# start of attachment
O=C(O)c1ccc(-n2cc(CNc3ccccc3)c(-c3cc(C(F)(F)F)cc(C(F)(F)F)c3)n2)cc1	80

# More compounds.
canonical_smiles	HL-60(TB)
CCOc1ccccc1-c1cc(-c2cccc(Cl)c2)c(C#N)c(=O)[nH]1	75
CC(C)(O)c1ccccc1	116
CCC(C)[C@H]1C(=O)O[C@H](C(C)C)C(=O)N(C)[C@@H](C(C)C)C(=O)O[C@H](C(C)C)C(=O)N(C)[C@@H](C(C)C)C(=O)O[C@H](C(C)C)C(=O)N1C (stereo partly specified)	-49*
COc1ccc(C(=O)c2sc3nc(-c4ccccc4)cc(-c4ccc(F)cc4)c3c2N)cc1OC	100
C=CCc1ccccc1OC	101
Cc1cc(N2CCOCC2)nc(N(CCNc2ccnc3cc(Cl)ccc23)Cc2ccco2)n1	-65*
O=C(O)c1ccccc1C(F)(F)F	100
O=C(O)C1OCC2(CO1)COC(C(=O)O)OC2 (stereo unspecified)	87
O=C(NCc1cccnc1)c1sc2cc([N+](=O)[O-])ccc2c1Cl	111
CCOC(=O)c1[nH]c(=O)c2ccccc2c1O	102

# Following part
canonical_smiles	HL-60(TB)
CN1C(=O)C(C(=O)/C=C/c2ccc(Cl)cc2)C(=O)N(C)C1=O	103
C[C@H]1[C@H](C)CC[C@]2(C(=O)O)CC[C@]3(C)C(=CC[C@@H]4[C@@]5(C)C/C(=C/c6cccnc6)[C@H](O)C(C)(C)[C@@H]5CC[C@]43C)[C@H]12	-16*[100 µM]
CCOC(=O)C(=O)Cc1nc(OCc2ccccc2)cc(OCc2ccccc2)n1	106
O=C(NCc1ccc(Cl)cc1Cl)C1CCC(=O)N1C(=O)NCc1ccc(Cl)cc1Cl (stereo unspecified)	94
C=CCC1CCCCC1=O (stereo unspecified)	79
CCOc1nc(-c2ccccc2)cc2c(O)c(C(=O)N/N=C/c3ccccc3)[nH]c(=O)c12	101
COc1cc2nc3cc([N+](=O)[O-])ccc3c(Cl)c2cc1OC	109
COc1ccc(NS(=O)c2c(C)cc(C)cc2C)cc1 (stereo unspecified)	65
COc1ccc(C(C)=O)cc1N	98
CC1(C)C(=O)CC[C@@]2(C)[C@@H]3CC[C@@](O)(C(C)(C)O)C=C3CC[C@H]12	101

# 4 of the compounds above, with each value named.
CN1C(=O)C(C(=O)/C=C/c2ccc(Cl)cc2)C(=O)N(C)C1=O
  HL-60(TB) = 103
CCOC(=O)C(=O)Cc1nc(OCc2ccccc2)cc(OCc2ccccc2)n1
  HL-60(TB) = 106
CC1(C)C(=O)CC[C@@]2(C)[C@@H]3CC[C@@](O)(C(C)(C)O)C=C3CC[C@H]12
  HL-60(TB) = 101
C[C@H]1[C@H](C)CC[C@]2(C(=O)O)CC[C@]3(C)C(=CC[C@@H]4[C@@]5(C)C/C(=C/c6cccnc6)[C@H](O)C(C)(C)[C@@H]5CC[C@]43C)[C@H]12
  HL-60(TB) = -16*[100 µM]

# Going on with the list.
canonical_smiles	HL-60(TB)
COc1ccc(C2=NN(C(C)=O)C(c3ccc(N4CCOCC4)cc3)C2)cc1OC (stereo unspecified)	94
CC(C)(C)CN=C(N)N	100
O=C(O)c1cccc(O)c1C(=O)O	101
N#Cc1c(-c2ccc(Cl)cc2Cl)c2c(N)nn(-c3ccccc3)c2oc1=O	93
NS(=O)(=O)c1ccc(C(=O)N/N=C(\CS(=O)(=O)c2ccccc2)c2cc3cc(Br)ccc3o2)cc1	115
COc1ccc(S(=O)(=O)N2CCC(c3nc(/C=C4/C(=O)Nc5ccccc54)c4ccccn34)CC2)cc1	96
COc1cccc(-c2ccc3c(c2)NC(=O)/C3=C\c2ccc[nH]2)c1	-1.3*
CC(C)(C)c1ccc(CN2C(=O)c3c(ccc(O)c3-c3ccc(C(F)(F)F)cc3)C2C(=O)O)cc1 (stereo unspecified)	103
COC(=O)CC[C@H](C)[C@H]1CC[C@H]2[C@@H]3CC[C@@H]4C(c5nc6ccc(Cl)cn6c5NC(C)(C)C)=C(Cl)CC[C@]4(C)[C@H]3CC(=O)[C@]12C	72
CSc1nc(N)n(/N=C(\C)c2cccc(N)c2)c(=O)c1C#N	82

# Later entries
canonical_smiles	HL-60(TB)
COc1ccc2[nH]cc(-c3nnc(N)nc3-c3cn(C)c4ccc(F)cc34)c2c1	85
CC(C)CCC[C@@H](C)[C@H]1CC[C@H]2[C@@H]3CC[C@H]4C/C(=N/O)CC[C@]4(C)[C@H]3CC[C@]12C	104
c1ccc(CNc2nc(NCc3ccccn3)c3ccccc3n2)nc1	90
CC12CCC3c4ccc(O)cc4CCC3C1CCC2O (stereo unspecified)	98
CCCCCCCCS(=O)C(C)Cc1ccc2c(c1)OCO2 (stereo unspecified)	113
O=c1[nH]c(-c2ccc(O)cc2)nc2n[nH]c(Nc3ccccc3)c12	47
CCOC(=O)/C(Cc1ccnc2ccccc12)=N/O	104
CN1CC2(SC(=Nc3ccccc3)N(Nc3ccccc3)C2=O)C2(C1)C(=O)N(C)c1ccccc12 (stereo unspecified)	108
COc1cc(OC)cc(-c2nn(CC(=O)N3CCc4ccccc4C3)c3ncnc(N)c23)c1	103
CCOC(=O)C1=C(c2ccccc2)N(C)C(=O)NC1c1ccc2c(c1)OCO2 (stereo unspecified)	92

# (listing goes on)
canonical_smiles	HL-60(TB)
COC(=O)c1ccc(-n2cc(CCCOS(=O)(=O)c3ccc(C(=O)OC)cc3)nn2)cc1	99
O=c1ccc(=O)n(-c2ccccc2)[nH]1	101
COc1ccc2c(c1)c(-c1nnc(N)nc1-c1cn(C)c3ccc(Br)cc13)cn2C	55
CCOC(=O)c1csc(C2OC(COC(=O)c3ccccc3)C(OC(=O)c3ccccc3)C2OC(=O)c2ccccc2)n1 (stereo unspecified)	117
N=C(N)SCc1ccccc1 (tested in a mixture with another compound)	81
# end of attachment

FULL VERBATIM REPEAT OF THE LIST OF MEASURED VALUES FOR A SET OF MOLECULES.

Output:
O=C(O)c1ccc(-n2cc(CNc3ccccc3)c(-c3cc(C(F)(F)F)cc(C(F)(F)F)c3)n2)cc1	80

# More compounds.
canonical_smiles	HL-60(TB)
CCOc1ccccc1-c1cc(-c2cccc(Cl)c2)c(C#N)c(=O)[nH]1	75
CC(C)(O)c1ccccc1	116
CCC(C)[C@H]1C(=O)O[C@H](C(C)C)C(=O)N(C)[C@@H](C(C)C)C(=O)O[C@H](C(C)C)C(=O)N(C)[C@@H](C(C)C)C(=O)O[C@H](C(C)C)C(=O)N1C (stereo partly specified)	-49*
COc1ccc(C(=O)c2sc3nc(-c4ccccc4)cc(-c4ccc(F)cc4)c3c2N)cc1OC	100
C=CCc1ccccc1OC	101
Cc1cc(N2CCOCC2)nc(N(CCNc2ccnc3cc(Cl)ccc23)Cc2ccco2)n1	-65*
O=C(O)c1ccccc1C(F)(F)F	100
O=C(O)C1OCC2(CO1)COC(C(=O)O)OC2 (stereo unspecified)	87
O=C(NCc1cccnc1)c1sc2cc([N+](=O)[O-])ccc2c1Cl	111
CCOC(=O)c1[nH]c(=O)c2ccccc2c1O	102

# Following part
canonical_smiles	HL-60(TB)
CN1C(=O)C(C(=O)/C=C/c2ccc(Cl)cc2)C(=O)N(C)C1=O	103
C[C@H]1[C@H](C)CC[C@]2(C(=O)O)CC[C@]3(C)C(=CC[C@@H]4[C@@]5(C)C/C(=C/c6cccnc6)[C@H](O)C(C)(C)[C@@H]5CC[C@]43C)[C@H]12	-16*[100 µM]
CCOC(=O)C(=O)Cc1nc(OCc2ccccc2)cc(OCc2ccccc2)n1	106
O=C(NCc1ccc(Cl)cc1Cl)C1CCC(=O)N1C(=O)NCc1ccc(Cl)cc1Cl (stereo unspecified)	94
C=CCC1CCCCC1=O (stereo unspecified)	79
CCOc1nc(-c2ccccc2)cc2c(O)c(C(=O)N/N=C/c3ccccc3)[nH]c(=O)c12	101
COc1cc2nc3cc([N+](=O)[O-])ccc3c(Cl)c2cc1OC	109
COc1ccc(NS(=O)c2c(C)cc(C)cc2C)cc1 (stereo unspecified)	65
COc1ccc(C(C)=O)cc1N	98
CC1(C)C(=O)CC[C@@]2(C)[C@@H]3CC[C@@](O)(C(C)(C)O)C=C3CC[C@H]12	101

# 4 of the compounds above, with each value named.
CN1C(=O)C(C(=O)/C=C/c2ccc(Cl)cc2)C(=O)N(C)C1=O
  HL-60(TB) = 103
CCOC(=O)C(=O)Cc1nc(OCc2ccccc2)cc(OCc2ccccc2)n1
  HL-60(TB) = 106
CC1(C)C(=O)CC[C@@]2(C)[C@@H]3CC[C@@](O)(C(C)(C)O)C=C3CC[C@H]12
  HL-60(TB) = 101
C[C@H]1[C@H](C)CC[C@]2(C(=O)O)CC[C@]3(C)C(=CC[C@@H]4[C@@]5(C)C/C(=C/c6cccnc6)[C@H](O)C(C)(C)[C@@H]5CC[C@]43C)[C@H]12
  HL-60(TB) = -16*[100 µM]

# Going on with the list.
canonical_smiles	HL-60(TB)
COc1ccc(C2=NN(C(C)=O)C(c3ccc(N4CCOCC4)cc3)C2)cc1OC (stereo unspecified)	94
CC(C)(C)CN=C(N)N	100
O=C(O)c1cccc(O)c1C(=O)O	101
N#Cc1c(-c2ccc(Cl)cc2Cl)c2c(N)nn(-c3ccccc3)c2oc1=O	93
NS(=O)(=O)c1ccc(C(=O)N/N=C(\CS(=O)(=O)c2ccccc2)c2cc3cc(Br)ccc3o2)cc1	115
COc1ccc(S(=O)(=O)N2CCC(c3nc(/C=C4/C(=O)Nc5ccccc54)c4ccccn34)CC2)cc1	96
COc1cccc(-c2ccc3c(c2)NC(=O)/C3=C\c2ccc[nH]2)c1	-1.3*
CC(C)(C)c1ccc(CN2C(=O)c3c(ccc(O)c3-c3ccc(C(F)(F)F)cc3)C2C(=O)O)cc1 (stereo unspecified)	103
COC(=O)CC[C@H](C)[C@H]1CC[C@H]2[C@@H]3CC[C@@H]4C(c5nc6ccc(Cl)cn6c5NC(C)(C)C)=C(Cl)CC[C@]4(C)[C@H]3CC(=O)[C@]12C	72
CSc1nc(N)n(/N=C(\C)c2cccc(N)c2)c(=O)c1C#N	82

# Later entries
canonical_smiles	HL-60(TB)
COc1ccc2[nH]cc(-c3nnc(N)nc3-c3cn(C)c4ccc(F)cc34)c2c1	85
CC(C)CCC[C@@H](C)[C@H]1CC[C@H]2[C@@H]3CC[C@H]4C/C(=N/O)CC[C@]4(C)[C@H]3CC[C@]12C	104
c1ccc(CNc2nc(NCc3ccccn3)c3ccccc3n2)nc1	90
CC12CCC3c4ccc(O)cc4CCC3C1CCC2O (stereo unspecified)	98
CCCCCCCCS(=O)C(C)Cc1ccc2c(c1)OCO2 (stereo unspecified)	113
O=c1[nH]c(-c2ccc(O)cc2)nc2n[nH]c(Nc3ccccc3)c12	47
CCOC(=O)/C(Cc1ccnc2ccccc12)=N/O	104
CN1CC2(SC(=Nc3ccccc3)N(Nc3ccccc3)C2=O)C2(C1)C(=O)N(C)c1ccccc12 (stereo unspecified)	108
COc1cc(OC)cc(-c2nn(CC(=O)N3CCc4ccccc4C3)c3ncnc(N)c23)c1	103
CCOC(=O)C1=C(c2ccccc2)N(C)C(=O)NC1c1ccc2c(c1)OCO2 (stereo unspecified)	92

# (listing goes on)
canonical_smiles	HL-60(TB)
COC(=O)c1ccc(-n2cc(CCCOS(=O)(=O)c3ccc(C(=O)OC)cc3)nn2)cc1	99
O=c1ccc(=O)n(-c2ccccc2)[nH]1	101
COc1ccc2c(c1)c(-c1nnc(N)nc1-c1cn(C)c3ccc(Br)cc13)cn2C	55
CCOC(=O)c1csc(C2OC(COC(=O)c3ccccc3)C(OC(=O)c3ccccc3)C2OC(=O)c2ccccc2)n1 (stereo unspecified)	117
N=C(N)SCc1ccccc1 (tested in a mixture with another compound)	81